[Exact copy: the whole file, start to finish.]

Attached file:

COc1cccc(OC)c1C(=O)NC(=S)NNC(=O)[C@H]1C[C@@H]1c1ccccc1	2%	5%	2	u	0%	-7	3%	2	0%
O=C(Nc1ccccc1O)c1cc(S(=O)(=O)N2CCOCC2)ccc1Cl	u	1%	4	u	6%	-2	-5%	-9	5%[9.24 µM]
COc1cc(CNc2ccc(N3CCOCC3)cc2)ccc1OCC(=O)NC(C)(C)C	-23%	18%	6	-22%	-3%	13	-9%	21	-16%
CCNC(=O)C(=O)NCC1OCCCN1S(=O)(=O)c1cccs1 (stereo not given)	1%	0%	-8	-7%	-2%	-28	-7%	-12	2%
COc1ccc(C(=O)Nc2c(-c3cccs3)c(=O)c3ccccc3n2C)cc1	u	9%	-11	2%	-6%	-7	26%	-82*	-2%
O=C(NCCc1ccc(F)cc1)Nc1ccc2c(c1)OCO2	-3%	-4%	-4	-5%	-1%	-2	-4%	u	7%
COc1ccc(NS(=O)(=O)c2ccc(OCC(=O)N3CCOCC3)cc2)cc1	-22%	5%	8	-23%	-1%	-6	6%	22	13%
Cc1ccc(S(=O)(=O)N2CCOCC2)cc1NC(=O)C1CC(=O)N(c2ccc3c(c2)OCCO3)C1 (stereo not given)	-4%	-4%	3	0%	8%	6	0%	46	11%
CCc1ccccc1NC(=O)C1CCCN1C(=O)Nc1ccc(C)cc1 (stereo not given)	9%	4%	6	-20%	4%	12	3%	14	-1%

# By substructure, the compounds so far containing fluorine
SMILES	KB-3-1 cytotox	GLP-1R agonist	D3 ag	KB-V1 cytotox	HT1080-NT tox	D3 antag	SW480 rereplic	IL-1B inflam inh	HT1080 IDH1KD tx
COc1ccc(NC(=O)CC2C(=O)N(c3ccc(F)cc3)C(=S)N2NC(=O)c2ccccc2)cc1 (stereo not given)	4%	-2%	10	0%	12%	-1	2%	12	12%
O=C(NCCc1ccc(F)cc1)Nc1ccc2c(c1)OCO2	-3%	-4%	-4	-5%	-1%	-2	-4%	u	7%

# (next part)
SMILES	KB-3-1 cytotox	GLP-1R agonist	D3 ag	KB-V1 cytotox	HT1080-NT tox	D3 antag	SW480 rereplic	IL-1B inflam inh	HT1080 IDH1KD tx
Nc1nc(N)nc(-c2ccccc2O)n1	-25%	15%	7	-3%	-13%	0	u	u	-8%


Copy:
COc1cccc(OC)c1C(=O)NC(=S)NNC(=O)[C@H]1C[C@@H]1c1ccccc1	2%	5%	2	u	0%	-7	3%	2	0%
O=C(Nc1ccccc1O)c1cc(S(=O)(=O)N2CCOCC2)ccc1Cl	u	1%	4	u	6%	-2	-5%	-9	5%[9.24 µM]
COc1cc(CNc2ccc(N3CCOCC3)cc2)ccc1OCC(=O)NC(C)(C)C	-23%	18%	6	-22%	-3%	13	-9%	21	-16%
CCNC(=O)C(=O)NCC1OCCCN1S(=O)(=O)c1cccs1 (stereo not given)	1%	0%	-8	-7%	-2%	-28	-7%	-12	2%
COc1ccc(C(=O)Nc2c(-c3cccs3)c(=O)c3ccccc3n2C)cc1	u	9%	-11	2%	-6%	-7	26%	-82*	-2%
O=C(NCCc1ccc(F)cc1)Nc1ccc2c(c1)OCO2	-3%	-4%	-4	-5%	-1%	-2	-4%	u	7%
COc1ccc(NS(=O)(=O)c2ccc(OCC(=O)N3CCOCC3)cc2)cc1	-22%	5%	8	-23%	-1%	-6	6%	22	13%
Cc1ccc(S(=O)(=O)N2CCOCC2)cc1NC(=O)C1CC(=O)N(c2ccc3c(c2)OCCO3)C1 (stereo not given)	-4%	-4%	3	0%	8%	6	0%	46	11%
CCc1ccccc1NC(=O)C1CCCN1C(=O)Nc1ccc(C)cc1 (stereo not given)	9%	4%	6	-20%	4%	12	3%	14	-1%

# By substructure, the compounds so far containing fluorine
SMILES	KB-3-1 cytotox	GLP-1R agonist	D3 ag	KB-V1 cytotox	HT1080-NT tox	D3 antag	SW480 rereplic	IL-1B inflam inh	HT1080 IDH1KD tx
COc1ccc(NC(=O)CC2C(=O)N(c3ccc(F)cc3)C(=S)N2NC(=O)c2ccccc2)cc1 (stereo not given)	4%	-2%	10	0%	12%	-1	2%	12	12%
O=C(NCCc1ccc(F)cc1)Nc1ccc2c(c1)OCO2	-3%	-4%	-4	-5%	-1%	-2	-4%	u	7%

# (next part)
SMILES	KB-3-1 cytotox	GLP-1R agonist	D3 ag	KB-V1 cytotox	HT1080-NT tox	D3 antag	SW480 rereplic	IL-1B inflam inh	HT1080 IDH1KD tx
Nc1nc(N)nc(-c2ccccc2O)n1	-25%	15%	7	-3%	-13%	0	u	u	-8%